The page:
Criminal courts in the United States are facing a surge in the number of defendants arguing that their brains were to blame for their crimes and relying on questionable scans and other controversial, unproven neuroscience, a legal expert who has advised the US president has warned.
Nita Farahany, a professor of law who sits on Barack Obama's bioethics advisory panel, told a Society for Neuroscience meeting in San Diego, California, that those on trial were mounting ever more sophisticated defences that drew on neurological evidence in an effort to show they were not fully responsible for murderous or other criminal actions.
Lawyers typically drew on brain scans and neuropsychological tests to reduce defendants' sentences, but in a substantial number of cases, the evidence was used to try to clear defendants of all culpability. "What is novel is the use by criminal defendants to say, essentially, that my brain made me do it," Farahany said following an analysis of more than 1,500 judicial opinions from 2005 to 2012.
The rise of so-called "neurolaw" cases has sparked concerns in the country where brain science first appeared in murder cases.
The Supreme Court has begun a review of how such evidence can be used in criminal cases. But legal and scientific experts nevertheless foresaw the trend spreading to other countries and Farahany said she was expanding her work abroad.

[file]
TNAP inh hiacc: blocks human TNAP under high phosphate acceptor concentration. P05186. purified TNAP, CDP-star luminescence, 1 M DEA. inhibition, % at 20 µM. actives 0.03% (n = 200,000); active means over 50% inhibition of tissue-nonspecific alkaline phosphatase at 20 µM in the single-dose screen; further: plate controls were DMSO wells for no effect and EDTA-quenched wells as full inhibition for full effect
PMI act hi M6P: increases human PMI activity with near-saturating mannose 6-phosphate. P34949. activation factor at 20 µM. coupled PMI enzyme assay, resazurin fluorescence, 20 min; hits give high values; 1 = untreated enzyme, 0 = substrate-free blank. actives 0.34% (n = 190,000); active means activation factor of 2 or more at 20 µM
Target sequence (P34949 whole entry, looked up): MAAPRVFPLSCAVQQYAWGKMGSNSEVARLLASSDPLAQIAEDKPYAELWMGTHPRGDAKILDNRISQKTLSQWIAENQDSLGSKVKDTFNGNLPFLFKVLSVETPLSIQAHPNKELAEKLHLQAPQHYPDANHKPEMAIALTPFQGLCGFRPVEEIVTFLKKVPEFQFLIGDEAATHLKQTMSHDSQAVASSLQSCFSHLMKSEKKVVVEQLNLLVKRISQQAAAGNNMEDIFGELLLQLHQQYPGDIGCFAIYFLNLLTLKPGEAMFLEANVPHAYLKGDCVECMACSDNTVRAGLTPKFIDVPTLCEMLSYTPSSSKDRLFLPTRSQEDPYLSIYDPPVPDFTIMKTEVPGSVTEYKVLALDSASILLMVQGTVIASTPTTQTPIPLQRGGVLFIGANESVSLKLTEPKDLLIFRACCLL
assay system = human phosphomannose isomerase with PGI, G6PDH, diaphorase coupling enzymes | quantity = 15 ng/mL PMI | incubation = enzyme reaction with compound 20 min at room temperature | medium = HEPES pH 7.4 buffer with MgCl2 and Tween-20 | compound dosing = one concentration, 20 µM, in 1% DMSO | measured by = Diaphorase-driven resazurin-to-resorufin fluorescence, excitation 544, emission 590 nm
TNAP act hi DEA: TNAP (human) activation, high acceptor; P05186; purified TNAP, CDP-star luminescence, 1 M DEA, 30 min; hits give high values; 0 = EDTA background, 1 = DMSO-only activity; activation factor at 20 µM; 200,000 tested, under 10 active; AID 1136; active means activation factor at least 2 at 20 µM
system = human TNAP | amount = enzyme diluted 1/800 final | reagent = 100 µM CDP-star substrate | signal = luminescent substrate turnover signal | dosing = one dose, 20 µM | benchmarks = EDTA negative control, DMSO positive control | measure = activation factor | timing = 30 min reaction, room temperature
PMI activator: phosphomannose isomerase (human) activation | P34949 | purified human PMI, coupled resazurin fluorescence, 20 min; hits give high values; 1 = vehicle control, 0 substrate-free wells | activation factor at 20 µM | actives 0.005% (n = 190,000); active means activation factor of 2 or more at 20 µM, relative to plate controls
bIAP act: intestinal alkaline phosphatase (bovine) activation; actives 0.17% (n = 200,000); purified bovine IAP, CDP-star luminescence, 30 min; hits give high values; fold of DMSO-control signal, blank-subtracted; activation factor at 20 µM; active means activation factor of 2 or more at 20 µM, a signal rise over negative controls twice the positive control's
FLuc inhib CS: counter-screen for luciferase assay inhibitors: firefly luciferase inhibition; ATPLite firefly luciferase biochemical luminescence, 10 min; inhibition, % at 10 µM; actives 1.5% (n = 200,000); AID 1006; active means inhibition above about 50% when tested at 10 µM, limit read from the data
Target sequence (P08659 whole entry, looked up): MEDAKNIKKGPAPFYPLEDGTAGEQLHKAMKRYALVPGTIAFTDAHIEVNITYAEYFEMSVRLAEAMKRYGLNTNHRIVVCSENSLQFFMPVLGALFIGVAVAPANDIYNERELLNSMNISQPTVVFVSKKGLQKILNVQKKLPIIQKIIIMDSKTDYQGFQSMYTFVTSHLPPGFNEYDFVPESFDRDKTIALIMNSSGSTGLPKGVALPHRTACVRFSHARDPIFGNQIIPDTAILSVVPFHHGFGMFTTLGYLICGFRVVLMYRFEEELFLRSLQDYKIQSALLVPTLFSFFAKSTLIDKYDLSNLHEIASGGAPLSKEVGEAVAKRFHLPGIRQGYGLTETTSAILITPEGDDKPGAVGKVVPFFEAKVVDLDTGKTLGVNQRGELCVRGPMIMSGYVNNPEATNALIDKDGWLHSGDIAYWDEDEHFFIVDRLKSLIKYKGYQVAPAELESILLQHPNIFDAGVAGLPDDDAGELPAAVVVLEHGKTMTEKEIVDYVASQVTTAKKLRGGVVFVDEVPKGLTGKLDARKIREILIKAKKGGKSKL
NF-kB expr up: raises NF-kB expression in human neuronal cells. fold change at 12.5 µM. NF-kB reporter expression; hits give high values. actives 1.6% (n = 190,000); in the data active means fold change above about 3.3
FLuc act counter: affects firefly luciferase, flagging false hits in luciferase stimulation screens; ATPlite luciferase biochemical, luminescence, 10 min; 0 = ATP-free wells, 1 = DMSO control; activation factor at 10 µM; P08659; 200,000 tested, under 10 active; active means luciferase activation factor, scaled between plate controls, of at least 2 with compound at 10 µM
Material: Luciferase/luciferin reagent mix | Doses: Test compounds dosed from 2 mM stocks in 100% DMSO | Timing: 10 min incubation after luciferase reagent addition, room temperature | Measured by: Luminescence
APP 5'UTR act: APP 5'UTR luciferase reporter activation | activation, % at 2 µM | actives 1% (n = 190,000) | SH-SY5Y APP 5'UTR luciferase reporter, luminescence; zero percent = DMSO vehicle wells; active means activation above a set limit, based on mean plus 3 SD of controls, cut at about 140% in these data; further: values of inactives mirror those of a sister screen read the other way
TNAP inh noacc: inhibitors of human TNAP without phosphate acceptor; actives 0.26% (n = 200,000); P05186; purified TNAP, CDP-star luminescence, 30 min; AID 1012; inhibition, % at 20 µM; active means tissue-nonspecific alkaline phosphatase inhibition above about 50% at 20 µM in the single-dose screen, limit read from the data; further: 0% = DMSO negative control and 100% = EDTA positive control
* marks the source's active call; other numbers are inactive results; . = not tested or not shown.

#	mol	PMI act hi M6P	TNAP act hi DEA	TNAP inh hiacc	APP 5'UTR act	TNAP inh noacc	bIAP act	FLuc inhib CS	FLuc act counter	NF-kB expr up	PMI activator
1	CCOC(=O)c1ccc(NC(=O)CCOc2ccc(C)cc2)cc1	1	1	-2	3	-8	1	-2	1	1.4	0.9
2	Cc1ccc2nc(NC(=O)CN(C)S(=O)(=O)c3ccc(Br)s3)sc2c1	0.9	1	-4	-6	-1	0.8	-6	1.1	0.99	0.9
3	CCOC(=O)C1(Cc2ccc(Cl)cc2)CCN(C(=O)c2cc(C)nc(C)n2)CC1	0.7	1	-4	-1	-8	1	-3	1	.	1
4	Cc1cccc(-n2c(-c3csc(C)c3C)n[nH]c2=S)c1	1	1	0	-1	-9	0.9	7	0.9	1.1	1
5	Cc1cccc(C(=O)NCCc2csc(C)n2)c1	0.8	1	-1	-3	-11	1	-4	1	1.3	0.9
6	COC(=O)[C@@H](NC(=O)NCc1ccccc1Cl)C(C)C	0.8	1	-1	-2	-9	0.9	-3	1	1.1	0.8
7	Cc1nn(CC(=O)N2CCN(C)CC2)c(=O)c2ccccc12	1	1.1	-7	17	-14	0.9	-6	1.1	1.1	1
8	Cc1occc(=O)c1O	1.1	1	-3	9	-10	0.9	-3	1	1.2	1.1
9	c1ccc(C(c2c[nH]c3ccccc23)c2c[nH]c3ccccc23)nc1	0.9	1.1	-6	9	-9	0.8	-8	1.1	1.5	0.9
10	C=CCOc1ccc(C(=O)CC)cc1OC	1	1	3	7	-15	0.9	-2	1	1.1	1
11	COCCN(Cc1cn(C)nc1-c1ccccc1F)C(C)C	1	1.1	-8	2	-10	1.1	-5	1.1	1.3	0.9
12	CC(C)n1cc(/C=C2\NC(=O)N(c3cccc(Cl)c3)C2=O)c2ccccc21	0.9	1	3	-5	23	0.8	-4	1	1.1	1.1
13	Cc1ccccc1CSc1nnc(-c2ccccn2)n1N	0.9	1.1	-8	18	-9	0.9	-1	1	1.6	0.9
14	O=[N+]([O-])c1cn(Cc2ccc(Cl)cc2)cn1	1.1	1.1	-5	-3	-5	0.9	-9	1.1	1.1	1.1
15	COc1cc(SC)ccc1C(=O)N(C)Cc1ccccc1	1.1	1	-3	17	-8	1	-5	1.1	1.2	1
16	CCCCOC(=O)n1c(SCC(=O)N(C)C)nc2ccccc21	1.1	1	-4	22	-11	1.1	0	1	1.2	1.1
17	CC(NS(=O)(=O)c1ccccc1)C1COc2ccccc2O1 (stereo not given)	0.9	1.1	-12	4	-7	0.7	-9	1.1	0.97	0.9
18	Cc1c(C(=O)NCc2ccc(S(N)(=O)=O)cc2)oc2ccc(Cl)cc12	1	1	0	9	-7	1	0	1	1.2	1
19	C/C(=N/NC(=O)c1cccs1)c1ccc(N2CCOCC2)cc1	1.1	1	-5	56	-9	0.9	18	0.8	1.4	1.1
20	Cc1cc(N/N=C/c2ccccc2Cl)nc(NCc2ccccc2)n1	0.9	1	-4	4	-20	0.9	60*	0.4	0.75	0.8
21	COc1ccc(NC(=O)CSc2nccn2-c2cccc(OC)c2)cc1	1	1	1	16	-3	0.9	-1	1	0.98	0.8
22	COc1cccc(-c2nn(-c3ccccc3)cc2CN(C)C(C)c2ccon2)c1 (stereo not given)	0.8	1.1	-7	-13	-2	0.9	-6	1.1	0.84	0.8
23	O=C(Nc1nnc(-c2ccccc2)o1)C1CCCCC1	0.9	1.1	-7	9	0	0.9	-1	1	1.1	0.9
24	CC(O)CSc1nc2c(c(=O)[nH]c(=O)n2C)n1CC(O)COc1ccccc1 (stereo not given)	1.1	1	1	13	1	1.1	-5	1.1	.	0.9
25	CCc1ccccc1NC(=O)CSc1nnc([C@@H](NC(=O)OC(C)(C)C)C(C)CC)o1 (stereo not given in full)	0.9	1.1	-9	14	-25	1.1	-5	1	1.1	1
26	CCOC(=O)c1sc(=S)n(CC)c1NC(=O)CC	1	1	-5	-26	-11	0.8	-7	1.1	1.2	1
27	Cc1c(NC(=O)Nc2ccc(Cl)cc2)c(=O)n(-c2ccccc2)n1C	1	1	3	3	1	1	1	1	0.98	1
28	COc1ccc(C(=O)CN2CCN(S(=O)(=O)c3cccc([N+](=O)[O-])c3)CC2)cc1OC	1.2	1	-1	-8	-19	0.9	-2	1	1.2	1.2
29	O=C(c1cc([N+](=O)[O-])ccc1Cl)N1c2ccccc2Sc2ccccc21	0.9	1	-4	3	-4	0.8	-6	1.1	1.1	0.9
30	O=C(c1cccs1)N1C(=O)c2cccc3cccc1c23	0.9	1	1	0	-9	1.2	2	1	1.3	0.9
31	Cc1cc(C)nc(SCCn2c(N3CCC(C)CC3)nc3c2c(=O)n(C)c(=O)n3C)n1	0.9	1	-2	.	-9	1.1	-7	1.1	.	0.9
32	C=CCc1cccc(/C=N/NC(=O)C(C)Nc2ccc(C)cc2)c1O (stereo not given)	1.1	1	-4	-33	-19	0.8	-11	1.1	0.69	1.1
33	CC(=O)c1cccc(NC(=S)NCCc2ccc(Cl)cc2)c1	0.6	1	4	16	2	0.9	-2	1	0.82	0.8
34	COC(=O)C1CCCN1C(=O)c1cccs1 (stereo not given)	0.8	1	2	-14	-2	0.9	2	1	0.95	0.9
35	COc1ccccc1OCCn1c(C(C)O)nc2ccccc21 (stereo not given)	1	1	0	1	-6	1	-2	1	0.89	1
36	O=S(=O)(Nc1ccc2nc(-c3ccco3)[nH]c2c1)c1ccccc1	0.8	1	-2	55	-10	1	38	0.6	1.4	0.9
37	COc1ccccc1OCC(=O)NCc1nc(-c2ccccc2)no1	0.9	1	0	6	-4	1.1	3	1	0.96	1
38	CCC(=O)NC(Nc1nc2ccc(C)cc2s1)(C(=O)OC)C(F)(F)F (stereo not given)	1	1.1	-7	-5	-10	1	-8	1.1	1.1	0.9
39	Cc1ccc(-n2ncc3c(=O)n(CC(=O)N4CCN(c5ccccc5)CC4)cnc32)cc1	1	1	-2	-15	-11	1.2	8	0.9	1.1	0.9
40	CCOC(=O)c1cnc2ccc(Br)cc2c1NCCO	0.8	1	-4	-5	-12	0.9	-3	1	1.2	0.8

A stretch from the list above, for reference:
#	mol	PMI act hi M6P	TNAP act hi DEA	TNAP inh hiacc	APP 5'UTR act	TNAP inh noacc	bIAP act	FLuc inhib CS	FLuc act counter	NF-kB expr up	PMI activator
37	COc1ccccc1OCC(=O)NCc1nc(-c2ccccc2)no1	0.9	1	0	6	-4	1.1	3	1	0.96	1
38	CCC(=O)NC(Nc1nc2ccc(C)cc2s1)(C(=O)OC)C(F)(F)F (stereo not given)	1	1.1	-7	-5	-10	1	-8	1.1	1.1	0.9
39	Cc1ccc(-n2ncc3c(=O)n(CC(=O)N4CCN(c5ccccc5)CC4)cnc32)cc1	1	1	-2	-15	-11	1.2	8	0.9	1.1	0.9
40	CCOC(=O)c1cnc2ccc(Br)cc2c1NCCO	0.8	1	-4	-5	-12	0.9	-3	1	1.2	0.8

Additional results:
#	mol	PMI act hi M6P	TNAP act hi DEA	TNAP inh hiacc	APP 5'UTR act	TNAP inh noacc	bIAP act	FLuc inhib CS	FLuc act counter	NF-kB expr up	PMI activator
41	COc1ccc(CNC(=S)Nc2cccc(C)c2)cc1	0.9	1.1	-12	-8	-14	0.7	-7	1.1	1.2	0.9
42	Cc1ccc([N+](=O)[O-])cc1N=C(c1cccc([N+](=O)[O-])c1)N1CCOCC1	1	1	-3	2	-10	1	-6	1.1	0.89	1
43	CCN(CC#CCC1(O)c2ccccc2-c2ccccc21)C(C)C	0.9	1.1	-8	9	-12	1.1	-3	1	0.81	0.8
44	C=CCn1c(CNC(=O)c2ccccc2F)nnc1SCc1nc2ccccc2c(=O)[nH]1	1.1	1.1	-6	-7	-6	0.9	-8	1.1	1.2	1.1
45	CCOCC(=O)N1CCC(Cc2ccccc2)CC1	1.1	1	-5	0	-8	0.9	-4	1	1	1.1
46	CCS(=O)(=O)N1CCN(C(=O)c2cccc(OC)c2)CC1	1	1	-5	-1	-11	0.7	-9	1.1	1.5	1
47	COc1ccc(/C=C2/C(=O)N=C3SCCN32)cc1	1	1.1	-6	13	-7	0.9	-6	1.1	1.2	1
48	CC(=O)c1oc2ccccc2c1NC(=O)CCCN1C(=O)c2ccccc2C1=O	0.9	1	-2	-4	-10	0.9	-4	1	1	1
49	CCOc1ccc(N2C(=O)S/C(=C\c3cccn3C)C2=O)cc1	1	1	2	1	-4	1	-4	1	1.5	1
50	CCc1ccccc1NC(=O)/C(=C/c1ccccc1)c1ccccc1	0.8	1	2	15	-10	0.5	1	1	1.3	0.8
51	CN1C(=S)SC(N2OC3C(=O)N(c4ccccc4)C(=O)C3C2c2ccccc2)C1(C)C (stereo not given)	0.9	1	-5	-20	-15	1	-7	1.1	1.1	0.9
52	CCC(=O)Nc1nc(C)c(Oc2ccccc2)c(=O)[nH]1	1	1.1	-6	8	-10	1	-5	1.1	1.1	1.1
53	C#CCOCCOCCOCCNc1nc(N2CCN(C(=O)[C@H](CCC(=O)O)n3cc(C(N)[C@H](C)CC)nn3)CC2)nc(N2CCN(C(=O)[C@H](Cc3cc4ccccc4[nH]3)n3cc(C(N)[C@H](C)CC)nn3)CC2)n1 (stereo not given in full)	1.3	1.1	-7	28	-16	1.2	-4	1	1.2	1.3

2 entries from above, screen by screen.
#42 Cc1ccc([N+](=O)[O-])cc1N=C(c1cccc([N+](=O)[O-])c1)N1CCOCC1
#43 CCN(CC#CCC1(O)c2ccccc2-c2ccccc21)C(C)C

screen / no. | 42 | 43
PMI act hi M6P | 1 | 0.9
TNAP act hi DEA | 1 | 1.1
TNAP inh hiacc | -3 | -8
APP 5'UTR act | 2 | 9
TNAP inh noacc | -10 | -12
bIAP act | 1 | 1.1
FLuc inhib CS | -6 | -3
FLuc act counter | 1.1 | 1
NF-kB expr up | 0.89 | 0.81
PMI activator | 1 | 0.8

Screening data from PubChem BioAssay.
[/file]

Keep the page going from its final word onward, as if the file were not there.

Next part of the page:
Few cases turn solely on neuroscientific evidence, but scans are thought to have swayed juries in the past. When John Hinckley shot President Ronald Reagan in 1981, his defence lawyers did not dispute that he planned and committed the crime, but claimed he was acting on the impulses of a damaged mind.
They submitted a computed tomography (CT) scan of Hinckley and argued that it showed shrunken regions typical of schizophrenia. The prosecution protested at the scan, arguing that the hi-tech nature of the evidence might lead the jury to put too much emphasis on it. The judge rejected the challenge, and agreed the scan was relevant. Hinckley was eventually found not guilty of the assassination attempt on the grounds of insanity.
Despite the fact that the science is poorly understood and some experts say it is too flimsy to use in court, the evidence has nevertheless succeeded in reducing defendants' sentences and in some cases clearing them of guilt altogether. The number of neurolaw cases rose from 100 to 250 a year over the eight-year survey.